Considering Dura: Part II
Dura Europos looms large in the history of Jewish Art not only because of its place as the earliest example of Jewish Art but also because its achievements are seemingly at odds with the conceptual and halachic problems it presents. The complexity and variety of Torah subjects depicted are more ambitious and extensive than any Jewish Art until the advent of the illuminated Haggadahs in Spain one thousand years later.
The notion of a synagogue interior fully decorated with images does not reappear until the famous painted shuls of Poland, Lithuania and Russia in the 17th century. All that said, the images we see are at times problematic.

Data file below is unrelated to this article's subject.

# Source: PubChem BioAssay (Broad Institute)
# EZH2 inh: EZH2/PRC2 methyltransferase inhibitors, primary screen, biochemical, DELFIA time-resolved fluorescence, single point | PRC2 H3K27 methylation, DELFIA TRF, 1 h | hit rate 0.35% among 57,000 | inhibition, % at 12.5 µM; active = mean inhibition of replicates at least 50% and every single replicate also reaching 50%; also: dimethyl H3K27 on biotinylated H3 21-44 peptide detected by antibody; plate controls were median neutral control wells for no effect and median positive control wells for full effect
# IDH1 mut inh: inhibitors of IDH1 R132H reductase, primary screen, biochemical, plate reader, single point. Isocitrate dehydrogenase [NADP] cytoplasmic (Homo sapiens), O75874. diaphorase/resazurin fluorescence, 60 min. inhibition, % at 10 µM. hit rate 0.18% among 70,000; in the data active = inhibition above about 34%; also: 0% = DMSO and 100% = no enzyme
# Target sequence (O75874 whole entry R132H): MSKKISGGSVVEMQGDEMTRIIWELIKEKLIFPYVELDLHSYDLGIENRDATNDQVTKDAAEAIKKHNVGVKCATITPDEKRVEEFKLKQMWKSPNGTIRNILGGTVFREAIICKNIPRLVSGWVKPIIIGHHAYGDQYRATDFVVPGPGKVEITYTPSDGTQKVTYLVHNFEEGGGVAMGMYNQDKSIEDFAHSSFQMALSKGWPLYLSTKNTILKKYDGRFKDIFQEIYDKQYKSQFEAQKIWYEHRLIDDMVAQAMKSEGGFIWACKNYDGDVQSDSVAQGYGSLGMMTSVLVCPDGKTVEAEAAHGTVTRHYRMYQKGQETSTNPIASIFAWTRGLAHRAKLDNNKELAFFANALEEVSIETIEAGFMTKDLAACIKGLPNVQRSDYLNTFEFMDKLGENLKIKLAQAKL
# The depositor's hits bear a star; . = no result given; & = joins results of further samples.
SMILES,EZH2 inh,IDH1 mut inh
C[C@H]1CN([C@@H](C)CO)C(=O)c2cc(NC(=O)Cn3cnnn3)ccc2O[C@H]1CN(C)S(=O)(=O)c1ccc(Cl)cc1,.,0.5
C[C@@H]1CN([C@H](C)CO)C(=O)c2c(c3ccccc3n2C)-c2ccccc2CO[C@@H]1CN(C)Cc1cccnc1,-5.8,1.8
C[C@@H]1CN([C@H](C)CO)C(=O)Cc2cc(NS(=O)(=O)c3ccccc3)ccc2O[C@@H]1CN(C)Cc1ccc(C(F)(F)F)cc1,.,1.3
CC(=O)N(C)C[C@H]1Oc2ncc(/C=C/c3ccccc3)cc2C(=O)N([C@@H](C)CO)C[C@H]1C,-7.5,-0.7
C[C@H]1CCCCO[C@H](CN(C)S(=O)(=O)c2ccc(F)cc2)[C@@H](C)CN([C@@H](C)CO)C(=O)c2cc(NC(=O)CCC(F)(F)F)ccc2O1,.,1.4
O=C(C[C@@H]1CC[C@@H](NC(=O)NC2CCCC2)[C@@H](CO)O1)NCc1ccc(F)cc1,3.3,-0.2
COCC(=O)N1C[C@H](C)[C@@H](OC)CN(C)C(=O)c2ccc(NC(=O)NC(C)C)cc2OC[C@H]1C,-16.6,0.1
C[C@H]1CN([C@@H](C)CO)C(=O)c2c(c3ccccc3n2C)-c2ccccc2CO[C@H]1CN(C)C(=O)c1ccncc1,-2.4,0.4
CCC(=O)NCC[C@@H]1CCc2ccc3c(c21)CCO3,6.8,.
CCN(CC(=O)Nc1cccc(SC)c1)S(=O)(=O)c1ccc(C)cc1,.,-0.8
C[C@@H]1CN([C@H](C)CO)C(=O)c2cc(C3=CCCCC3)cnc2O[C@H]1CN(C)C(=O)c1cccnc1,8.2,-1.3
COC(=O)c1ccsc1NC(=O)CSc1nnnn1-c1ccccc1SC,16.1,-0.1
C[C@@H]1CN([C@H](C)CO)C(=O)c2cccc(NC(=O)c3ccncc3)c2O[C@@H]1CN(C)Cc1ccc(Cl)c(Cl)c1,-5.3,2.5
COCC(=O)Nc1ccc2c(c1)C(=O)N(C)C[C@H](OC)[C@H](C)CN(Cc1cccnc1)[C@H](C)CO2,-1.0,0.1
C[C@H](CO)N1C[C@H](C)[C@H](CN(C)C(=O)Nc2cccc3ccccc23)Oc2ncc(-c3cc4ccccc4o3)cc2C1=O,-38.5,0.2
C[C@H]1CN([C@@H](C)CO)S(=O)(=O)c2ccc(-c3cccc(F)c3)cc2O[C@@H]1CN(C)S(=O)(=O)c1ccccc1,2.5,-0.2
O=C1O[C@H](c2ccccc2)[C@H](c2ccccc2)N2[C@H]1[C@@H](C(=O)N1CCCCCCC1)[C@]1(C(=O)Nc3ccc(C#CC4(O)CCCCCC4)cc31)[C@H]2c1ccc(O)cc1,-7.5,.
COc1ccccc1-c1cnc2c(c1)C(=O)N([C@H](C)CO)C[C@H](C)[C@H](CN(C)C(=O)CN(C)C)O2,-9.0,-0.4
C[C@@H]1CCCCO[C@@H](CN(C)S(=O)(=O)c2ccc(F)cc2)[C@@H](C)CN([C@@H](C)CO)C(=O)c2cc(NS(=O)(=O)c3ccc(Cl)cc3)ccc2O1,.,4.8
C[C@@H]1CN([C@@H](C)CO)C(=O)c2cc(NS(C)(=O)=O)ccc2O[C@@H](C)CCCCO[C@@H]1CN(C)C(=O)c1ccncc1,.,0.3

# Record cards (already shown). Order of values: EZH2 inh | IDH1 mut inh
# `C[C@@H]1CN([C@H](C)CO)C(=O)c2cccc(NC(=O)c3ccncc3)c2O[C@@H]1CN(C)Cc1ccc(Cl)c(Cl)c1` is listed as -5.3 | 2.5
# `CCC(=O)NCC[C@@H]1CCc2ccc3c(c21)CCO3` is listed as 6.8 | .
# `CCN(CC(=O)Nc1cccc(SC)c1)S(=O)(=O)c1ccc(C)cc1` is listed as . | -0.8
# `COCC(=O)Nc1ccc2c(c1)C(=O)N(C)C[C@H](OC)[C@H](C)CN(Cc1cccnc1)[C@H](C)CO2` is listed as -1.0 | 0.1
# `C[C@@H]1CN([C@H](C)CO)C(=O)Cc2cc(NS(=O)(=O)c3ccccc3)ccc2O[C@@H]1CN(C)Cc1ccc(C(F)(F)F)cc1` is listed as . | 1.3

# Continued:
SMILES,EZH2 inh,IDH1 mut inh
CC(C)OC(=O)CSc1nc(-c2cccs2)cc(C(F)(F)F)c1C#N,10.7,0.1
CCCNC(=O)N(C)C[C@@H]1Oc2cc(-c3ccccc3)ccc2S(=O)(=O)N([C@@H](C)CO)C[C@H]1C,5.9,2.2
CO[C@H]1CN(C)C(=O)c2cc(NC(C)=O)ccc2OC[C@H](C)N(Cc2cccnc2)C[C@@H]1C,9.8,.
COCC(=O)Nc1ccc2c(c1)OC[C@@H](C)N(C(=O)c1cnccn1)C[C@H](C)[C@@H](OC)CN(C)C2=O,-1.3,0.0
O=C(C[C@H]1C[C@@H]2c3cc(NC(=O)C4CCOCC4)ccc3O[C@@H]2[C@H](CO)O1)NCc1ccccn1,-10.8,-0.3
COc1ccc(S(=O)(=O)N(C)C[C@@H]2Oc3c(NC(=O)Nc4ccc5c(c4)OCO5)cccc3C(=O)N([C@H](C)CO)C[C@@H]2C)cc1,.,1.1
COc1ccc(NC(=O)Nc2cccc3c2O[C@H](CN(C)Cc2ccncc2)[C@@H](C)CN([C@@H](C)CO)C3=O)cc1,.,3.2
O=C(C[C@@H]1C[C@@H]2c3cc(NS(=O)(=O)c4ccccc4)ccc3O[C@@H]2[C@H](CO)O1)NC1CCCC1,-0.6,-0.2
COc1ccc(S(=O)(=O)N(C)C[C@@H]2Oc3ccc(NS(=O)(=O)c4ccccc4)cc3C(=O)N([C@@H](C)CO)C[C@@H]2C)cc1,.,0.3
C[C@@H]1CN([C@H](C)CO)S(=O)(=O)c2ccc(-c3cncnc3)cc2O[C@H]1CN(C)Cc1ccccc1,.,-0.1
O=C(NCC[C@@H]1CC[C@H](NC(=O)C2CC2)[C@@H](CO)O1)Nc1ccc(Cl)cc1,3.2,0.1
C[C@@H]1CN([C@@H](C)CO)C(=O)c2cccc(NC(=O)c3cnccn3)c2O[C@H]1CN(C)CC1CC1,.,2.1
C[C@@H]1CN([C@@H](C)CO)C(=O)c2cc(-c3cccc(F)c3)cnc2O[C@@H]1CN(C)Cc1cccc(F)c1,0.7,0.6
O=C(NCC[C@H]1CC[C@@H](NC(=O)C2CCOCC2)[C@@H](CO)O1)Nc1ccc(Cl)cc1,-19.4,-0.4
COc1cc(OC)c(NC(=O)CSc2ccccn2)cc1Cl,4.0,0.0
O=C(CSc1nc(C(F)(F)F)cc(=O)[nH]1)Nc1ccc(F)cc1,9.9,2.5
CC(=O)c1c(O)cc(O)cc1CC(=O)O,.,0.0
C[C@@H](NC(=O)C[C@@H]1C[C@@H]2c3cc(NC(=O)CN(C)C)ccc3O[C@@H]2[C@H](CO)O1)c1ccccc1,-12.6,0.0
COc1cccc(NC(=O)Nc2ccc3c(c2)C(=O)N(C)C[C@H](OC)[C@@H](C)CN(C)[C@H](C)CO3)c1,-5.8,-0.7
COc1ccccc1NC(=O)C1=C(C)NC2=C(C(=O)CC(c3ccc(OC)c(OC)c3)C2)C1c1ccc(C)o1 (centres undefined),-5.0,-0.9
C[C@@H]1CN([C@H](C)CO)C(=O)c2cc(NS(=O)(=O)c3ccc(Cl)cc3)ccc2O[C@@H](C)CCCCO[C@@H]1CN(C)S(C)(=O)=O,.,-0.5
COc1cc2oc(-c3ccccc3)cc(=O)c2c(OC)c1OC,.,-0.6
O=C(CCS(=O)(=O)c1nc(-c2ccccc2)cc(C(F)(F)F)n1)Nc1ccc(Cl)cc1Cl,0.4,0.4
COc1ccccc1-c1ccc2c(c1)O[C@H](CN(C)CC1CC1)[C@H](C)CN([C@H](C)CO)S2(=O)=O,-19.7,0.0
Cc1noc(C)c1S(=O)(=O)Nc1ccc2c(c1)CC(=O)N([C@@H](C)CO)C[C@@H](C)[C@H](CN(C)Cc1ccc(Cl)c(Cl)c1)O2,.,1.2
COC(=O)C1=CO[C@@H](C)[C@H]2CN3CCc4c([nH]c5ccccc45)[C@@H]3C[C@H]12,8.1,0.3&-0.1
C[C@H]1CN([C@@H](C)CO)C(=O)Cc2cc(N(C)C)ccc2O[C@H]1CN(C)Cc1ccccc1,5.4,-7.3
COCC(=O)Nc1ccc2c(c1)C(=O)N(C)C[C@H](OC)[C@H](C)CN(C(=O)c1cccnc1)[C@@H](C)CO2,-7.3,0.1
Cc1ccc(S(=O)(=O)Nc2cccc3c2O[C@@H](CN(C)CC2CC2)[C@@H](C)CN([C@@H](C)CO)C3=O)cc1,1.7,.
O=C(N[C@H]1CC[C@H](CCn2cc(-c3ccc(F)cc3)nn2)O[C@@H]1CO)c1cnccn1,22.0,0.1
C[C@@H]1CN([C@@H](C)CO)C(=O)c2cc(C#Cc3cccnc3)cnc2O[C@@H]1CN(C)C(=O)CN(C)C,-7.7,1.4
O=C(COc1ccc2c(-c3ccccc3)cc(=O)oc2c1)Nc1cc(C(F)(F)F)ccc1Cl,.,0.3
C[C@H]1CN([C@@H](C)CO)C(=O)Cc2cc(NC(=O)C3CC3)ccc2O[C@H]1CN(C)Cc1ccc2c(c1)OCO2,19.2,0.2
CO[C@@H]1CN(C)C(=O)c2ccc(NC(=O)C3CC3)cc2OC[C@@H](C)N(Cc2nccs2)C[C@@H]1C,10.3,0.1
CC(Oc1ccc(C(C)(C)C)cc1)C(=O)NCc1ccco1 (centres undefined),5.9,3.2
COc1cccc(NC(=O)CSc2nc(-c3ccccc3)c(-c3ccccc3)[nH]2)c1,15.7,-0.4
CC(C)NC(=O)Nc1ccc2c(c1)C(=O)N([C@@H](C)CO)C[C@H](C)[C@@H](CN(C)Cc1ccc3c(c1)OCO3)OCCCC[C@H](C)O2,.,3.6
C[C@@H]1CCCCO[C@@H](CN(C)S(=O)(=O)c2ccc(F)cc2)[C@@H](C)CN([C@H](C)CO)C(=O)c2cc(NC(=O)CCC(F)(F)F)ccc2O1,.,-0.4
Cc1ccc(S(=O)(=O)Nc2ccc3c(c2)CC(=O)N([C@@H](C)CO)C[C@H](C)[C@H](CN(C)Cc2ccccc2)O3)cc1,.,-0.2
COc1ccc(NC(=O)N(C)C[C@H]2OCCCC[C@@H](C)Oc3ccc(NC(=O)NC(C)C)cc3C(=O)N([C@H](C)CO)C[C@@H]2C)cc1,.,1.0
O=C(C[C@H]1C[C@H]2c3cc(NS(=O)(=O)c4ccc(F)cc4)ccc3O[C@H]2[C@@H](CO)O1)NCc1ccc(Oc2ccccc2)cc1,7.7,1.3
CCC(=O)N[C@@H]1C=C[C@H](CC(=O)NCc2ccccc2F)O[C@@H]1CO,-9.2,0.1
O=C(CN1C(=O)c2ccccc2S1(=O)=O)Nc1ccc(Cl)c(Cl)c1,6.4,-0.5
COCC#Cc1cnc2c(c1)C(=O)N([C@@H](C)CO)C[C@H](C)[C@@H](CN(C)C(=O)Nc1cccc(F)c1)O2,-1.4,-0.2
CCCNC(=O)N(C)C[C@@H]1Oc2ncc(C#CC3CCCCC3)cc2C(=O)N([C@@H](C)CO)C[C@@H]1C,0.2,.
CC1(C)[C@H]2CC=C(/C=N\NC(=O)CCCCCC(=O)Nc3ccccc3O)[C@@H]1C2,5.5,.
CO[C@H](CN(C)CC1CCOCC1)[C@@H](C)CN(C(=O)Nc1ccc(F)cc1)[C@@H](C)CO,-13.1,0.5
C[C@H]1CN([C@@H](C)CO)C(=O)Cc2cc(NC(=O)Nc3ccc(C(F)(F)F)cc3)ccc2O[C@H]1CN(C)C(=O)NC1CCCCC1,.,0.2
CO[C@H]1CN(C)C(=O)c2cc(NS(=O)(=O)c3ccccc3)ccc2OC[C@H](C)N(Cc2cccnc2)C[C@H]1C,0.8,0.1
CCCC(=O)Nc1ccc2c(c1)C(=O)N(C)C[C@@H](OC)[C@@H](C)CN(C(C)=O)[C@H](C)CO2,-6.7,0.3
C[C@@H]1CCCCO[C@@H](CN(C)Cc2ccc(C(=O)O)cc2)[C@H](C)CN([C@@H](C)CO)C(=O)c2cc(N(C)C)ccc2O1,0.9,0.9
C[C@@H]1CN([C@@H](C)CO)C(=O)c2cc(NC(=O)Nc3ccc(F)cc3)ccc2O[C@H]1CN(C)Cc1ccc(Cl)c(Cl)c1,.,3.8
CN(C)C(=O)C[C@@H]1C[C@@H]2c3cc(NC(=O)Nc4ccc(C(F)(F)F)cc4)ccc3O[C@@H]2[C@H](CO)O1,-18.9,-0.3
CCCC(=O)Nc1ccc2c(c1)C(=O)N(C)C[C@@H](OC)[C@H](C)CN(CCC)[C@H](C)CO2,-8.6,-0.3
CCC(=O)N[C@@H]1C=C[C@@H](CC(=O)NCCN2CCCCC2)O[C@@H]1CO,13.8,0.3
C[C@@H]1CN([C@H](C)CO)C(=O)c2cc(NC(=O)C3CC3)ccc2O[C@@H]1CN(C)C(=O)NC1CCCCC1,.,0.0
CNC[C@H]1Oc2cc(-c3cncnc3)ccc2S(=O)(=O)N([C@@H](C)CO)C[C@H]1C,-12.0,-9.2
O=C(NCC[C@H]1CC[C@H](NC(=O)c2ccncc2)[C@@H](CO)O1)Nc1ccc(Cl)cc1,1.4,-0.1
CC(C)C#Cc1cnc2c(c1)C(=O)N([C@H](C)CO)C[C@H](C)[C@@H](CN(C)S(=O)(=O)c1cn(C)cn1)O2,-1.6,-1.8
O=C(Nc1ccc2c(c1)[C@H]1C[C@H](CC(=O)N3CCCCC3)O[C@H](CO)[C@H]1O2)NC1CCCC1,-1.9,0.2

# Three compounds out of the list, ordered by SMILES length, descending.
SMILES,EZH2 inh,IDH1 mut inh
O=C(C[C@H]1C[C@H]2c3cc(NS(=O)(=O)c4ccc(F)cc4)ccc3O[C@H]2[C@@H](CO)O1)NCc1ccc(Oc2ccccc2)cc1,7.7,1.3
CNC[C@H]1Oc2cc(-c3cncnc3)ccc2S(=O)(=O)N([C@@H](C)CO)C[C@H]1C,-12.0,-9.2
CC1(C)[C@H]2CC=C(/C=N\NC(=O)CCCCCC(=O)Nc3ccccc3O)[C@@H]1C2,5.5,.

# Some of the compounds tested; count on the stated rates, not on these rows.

Aside from the fact that the extensive figuration, especially on the Western wall toward which congregants would pray, flies in the face of the injunction against graven images in the context of worship, other issues arise upon closer inspection, Many of the Torah figures, Abraham, Moses, Samuel and Elijah are depicted in Roman costume as contemporary statesmen-heroes, blurring the distinction between Jew and Gentile. There are troubling factual inconsistencies: the last two sections of the Exodus panel are out of narrative sequence; the consecration of the Temple of Aaron seems to show a bull about to be killed with an ax contrary to normative Jewish slaughter and the panel frequently labeled as Solomon’s Temple shows the Temple doors decorated with recognizable pagan figures. Finally the panel Rescuing Moses from the Nile depicts Pharaoh’s daughter as unclothed. Nonetheless, these contradictions to our notions of appropriate synagogue decoration must not distract us from attempting to understand the earliest example of Jewish narrative art.